On December 2, 2016, the Office of the Comptroller of the Currency (the “OCC”), which licenses and regulates in part National Banks, issued a white paper, and Comptroller of the Currency Thomas Curry spoke, on voluntary licensing as “Special Purpose National Banks” certain FinTech companies that meet OCC requirements. “FinTech” is usually defined as financial technology firms that use technology to provide financial services, such as lending and electronic payment services.
The OCC concluded that it could use its statutory authority to license Special Purpose National Banks that carry out fiduciary activities or that conduct at least one of the following three core banking functions: receiving deposits, paying checks, or lending money. Moreover, the OCC concluded that this authority has been used to cover new activities as part of the business of banking or traditional activities carried out in new ways. For example, it has concluded specifically that issuing debit cards or engaging in other means of facilitating payments electronically are the modern equivalent of “paying checks”.
The idea would be to issue national licenses – on a voluntary basis – to FinTechs carrying out banking activities, such as lending and payment services, and meeting the applicable regulations to the extent relevant. The OCC recognizes that other regulators, such as the Federal Reserve Board and the Consumer Financial Protection Bureau, likely would have oversight as well. But, for example, if a FinTech firm is not taking deposits, it would not need to get approval and insurance from the Federal Deposit Insurance Corporation, although it might need still to comply with certain aspects of the Federal Deposit Insurance Act.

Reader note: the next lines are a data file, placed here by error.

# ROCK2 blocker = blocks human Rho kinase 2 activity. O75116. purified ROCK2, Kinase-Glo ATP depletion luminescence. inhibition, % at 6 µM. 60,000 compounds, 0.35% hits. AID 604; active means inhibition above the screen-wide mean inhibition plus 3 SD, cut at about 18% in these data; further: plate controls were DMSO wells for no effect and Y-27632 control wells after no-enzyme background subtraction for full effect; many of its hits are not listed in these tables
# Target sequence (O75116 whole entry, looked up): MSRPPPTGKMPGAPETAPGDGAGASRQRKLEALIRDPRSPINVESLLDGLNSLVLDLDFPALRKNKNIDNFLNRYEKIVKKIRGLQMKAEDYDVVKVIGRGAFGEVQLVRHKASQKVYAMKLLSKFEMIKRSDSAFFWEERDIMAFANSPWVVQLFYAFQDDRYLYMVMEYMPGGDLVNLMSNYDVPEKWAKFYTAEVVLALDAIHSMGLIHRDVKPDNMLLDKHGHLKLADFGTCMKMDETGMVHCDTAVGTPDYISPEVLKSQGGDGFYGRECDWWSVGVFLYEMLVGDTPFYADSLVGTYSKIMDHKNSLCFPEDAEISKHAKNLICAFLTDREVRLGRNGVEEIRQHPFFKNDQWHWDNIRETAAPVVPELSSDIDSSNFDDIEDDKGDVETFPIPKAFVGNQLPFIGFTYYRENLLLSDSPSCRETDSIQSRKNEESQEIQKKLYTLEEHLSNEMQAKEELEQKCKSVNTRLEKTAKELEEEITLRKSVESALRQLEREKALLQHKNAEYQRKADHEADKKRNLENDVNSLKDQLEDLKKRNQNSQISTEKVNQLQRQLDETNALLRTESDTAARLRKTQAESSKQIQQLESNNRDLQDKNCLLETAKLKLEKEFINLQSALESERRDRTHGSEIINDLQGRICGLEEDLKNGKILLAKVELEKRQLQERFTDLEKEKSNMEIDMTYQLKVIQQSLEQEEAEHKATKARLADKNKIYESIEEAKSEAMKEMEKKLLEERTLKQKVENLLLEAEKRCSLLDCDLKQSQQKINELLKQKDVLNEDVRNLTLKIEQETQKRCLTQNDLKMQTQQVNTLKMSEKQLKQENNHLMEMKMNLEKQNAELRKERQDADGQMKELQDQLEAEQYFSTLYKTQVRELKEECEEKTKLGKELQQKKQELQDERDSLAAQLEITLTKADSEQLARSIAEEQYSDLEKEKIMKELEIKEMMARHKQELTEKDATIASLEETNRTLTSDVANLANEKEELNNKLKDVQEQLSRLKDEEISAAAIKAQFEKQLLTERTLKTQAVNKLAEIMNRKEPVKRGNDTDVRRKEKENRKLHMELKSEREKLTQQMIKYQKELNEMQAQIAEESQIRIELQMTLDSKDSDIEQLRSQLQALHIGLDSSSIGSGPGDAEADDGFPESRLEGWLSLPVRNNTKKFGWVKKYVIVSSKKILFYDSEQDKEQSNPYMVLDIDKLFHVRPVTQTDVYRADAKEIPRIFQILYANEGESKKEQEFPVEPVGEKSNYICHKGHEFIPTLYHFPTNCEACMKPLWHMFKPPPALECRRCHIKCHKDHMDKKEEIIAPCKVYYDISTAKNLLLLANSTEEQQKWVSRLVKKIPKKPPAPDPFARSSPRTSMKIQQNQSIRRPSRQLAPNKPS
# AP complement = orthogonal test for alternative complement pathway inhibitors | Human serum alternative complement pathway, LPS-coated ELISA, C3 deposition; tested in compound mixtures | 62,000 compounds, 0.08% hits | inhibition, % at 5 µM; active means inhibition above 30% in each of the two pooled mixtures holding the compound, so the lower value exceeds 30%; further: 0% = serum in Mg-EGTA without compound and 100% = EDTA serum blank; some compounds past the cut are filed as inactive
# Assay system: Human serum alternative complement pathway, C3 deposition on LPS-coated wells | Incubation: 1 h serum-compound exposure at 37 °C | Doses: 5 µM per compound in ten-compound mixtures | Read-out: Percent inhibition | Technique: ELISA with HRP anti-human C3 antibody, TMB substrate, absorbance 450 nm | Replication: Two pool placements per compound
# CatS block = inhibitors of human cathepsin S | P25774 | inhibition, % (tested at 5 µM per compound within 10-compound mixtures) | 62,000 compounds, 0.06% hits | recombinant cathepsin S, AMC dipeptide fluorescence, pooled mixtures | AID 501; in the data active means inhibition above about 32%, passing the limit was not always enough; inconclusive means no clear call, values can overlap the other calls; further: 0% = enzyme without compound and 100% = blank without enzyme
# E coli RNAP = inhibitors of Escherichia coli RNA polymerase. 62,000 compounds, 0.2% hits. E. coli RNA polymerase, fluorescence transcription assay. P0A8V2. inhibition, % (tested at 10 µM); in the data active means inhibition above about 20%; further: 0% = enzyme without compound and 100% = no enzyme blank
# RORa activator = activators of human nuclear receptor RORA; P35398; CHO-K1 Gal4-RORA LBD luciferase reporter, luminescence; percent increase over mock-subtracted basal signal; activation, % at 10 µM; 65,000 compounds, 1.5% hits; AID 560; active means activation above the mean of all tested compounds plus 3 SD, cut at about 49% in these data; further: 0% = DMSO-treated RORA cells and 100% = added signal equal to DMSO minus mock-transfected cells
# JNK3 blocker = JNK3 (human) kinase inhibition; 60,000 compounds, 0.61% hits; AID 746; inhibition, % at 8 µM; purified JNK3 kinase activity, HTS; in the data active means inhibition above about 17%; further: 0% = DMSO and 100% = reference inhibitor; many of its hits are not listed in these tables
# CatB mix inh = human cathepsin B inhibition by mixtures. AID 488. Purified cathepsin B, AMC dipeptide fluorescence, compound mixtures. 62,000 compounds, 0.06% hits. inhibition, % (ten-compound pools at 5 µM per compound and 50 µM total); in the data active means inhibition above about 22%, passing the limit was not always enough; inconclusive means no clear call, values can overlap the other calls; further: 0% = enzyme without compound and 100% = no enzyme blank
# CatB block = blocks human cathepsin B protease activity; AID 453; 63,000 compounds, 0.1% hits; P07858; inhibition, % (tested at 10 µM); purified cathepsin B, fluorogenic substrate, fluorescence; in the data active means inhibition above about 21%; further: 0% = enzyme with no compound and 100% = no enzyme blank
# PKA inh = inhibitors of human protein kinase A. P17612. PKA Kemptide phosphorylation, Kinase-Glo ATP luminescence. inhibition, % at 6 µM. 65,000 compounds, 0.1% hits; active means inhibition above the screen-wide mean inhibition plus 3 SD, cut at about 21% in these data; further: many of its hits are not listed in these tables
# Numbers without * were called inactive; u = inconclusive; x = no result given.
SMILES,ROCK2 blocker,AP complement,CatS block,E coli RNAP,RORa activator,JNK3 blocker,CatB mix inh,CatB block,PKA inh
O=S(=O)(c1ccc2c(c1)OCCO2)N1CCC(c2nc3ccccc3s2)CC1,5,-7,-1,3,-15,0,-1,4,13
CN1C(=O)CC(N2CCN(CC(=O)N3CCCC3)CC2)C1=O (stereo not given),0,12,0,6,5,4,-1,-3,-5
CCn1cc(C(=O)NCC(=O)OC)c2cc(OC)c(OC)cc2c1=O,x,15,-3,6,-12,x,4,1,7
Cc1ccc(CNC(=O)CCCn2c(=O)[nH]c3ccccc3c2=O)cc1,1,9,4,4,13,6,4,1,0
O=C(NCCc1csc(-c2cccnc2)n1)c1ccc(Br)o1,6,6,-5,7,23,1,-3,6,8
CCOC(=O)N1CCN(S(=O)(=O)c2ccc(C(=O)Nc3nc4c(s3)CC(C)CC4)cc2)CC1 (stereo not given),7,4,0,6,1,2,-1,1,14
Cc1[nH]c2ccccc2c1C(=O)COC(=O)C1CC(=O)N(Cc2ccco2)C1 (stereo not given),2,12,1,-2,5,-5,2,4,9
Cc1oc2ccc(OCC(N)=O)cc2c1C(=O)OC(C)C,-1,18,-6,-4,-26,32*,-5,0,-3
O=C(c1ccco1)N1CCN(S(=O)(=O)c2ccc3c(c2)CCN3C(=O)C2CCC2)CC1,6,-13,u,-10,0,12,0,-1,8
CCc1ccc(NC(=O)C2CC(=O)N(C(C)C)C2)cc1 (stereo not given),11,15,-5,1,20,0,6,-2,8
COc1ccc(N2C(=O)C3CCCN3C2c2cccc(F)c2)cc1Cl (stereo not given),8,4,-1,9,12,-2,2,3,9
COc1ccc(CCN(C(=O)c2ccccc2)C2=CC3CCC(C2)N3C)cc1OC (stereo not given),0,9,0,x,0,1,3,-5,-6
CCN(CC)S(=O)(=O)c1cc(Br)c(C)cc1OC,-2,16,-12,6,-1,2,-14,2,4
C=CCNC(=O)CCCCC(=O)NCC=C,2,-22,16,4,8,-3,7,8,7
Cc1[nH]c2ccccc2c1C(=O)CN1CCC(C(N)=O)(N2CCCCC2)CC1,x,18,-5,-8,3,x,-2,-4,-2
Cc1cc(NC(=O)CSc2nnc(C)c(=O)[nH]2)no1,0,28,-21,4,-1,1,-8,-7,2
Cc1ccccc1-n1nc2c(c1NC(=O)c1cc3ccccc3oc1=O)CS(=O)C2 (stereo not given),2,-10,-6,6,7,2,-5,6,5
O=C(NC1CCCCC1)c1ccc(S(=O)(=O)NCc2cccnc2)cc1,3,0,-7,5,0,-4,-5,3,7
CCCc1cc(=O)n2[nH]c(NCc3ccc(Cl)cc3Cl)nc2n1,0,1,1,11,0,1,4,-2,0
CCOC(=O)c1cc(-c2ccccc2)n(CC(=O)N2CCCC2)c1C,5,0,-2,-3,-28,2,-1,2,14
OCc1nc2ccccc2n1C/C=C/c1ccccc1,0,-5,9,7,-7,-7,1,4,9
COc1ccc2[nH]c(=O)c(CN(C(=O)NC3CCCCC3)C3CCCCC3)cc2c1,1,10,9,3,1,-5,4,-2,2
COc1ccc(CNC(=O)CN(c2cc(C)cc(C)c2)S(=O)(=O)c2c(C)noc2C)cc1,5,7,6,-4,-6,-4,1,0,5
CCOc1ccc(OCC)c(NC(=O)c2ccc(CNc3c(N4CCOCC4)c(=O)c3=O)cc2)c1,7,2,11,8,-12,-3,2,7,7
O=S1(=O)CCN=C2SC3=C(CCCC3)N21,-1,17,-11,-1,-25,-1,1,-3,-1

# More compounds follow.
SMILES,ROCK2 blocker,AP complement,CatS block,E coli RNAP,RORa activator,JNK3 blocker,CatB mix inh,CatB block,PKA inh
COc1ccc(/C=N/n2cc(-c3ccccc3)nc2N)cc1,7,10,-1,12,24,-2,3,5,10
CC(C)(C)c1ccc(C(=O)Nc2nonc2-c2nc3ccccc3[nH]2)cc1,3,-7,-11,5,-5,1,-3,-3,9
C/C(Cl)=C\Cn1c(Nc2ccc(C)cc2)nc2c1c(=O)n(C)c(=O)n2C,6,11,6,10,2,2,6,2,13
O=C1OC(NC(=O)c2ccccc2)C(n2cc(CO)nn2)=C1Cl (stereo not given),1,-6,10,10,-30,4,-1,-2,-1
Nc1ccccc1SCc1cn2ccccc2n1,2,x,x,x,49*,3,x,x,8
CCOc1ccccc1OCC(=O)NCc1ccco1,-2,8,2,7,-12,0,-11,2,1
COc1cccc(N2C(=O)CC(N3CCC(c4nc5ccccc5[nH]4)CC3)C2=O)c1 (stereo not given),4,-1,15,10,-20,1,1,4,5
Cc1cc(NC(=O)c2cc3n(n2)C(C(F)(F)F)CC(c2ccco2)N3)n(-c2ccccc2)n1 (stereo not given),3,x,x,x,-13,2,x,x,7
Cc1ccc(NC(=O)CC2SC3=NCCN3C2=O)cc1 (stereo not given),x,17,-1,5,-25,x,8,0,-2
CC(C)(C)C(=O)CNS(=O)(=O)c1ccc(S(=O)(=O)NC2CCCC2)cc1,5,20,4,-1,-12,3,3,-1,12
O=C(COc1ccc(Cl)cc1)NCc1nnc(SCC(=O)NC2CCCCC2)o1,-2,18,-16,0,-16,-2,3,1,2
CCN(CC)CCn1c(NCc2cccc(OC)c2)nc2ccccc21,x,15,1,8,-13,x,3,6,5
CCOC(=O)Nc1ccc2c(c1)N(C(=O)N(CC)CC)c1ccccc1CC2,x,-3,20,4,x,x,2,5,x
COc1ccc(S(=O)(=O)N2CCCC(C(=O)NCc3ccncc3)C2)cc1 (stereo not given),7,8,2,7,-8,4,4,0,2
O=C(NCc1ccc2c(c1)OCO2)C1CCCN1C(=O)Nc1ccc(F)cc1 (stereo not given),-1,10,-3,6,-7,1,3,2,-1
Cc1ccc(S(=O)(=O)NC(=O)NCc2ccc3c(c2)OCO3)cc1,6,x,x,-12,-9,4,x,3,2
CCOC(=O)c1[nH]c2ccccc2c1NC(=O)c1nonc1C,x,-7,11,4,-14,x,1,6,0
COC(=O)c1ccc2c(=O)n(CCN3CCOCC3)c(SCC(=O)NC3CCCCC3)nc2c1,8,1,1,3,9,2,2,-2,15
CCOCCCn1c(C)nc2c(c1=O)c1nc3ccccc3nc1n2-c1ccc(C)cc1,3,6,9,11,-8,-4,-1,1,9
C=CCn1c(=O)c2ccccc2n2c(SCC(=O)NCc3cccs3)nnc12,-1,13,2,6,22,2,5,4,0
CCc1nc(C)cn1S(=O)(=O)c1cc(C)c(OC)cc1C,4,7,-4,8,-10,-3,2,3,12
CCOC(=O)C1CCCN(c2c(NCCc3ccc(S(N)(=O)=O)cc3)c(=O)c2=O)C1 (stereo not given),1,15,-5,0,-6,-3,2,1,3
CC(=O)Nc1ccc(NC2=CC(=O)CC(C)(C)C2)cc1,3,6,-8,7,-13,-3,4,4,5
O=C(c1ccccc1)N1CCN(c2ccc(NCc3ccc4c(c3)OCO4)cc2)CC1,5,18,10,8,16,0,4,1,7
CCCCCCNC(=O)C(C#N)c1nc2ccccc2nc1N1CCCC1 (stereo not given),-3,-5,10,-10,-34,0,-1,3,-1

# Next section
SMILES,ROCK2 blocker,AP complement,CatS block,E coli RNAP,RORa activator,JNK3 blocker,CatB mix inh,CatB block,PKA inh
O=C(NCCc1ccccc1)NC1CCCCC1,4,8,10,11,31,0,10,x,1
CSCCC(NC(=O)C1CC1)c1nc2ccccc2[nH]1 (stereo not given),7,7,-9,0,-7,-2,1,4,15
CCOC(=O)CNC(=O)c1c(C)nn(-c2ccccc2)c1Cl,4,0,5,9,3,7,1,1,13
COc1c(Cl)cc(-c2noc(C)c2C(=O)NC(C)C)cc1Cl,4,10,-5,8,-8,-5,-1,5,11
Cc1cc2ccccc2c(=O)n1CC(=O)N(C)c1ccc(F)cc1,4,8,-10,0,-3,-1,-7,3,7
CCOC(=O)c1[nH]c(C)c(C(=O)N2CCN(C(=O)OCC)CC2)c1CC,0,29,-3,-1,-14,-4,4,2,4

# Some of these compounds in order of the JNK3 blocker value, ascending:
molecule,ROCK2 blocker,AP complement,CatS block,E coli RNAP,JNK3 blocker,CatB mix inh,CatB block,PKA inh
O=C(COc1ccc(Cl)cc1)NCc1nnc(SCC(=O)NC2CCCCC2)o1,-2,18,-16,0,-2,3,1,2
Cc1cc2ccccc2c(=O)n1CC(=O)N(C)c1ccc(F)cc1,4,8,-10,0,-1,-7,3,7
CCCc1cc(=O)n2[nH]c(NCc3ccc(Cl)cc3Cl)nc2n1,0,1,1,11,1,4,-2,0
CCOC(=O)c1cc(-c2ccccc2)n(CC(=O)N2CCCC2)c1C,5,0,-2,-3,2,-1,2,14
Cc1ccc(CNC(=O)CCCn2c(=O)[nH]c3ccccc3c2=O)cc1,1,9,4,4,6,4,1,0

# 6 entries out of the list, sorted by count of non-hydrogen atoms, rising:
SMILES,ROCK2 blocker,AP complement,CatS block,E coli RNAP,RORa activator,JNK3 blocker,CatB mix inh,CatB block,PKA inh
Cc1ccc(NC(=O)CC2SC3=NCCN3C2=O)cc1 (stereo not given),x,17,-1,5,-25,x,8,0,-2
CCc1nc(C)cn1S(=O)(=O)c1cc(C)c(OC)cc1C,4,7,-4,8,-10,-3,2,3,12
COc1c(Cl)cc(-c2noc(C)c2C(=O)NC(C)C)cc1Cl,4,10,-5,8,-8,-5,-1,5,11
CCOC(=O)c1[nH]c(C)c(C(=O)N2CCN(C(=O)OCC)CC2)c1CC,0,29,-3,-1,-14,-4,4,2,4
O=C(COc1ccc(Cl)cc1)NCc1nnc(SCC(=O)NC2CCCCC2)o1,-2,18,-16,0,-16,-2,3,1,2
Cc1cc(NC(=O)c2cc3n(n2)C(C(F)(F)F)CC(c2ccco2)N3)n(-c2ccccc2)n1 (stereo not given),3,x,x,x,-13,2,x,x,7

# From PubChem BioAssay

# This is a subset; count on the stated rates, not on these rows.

Comments on the paper are due by January 15, 2017.
FinTech firms that obtain an OCC license likely will preempt most of the welter of state regulatory requirements that apply to them, and, of course, would have the caché of being national banks. The OCC has made clear, however, that FinTech firms seeking such a license will need to comply with stringent OCC requirements, such as submission of a detailed three-year business plan and other submission requirements, and ongoing supervision as a national bank. There is also some concern that this could eventually be made mandatory for at least larger FinTech firms.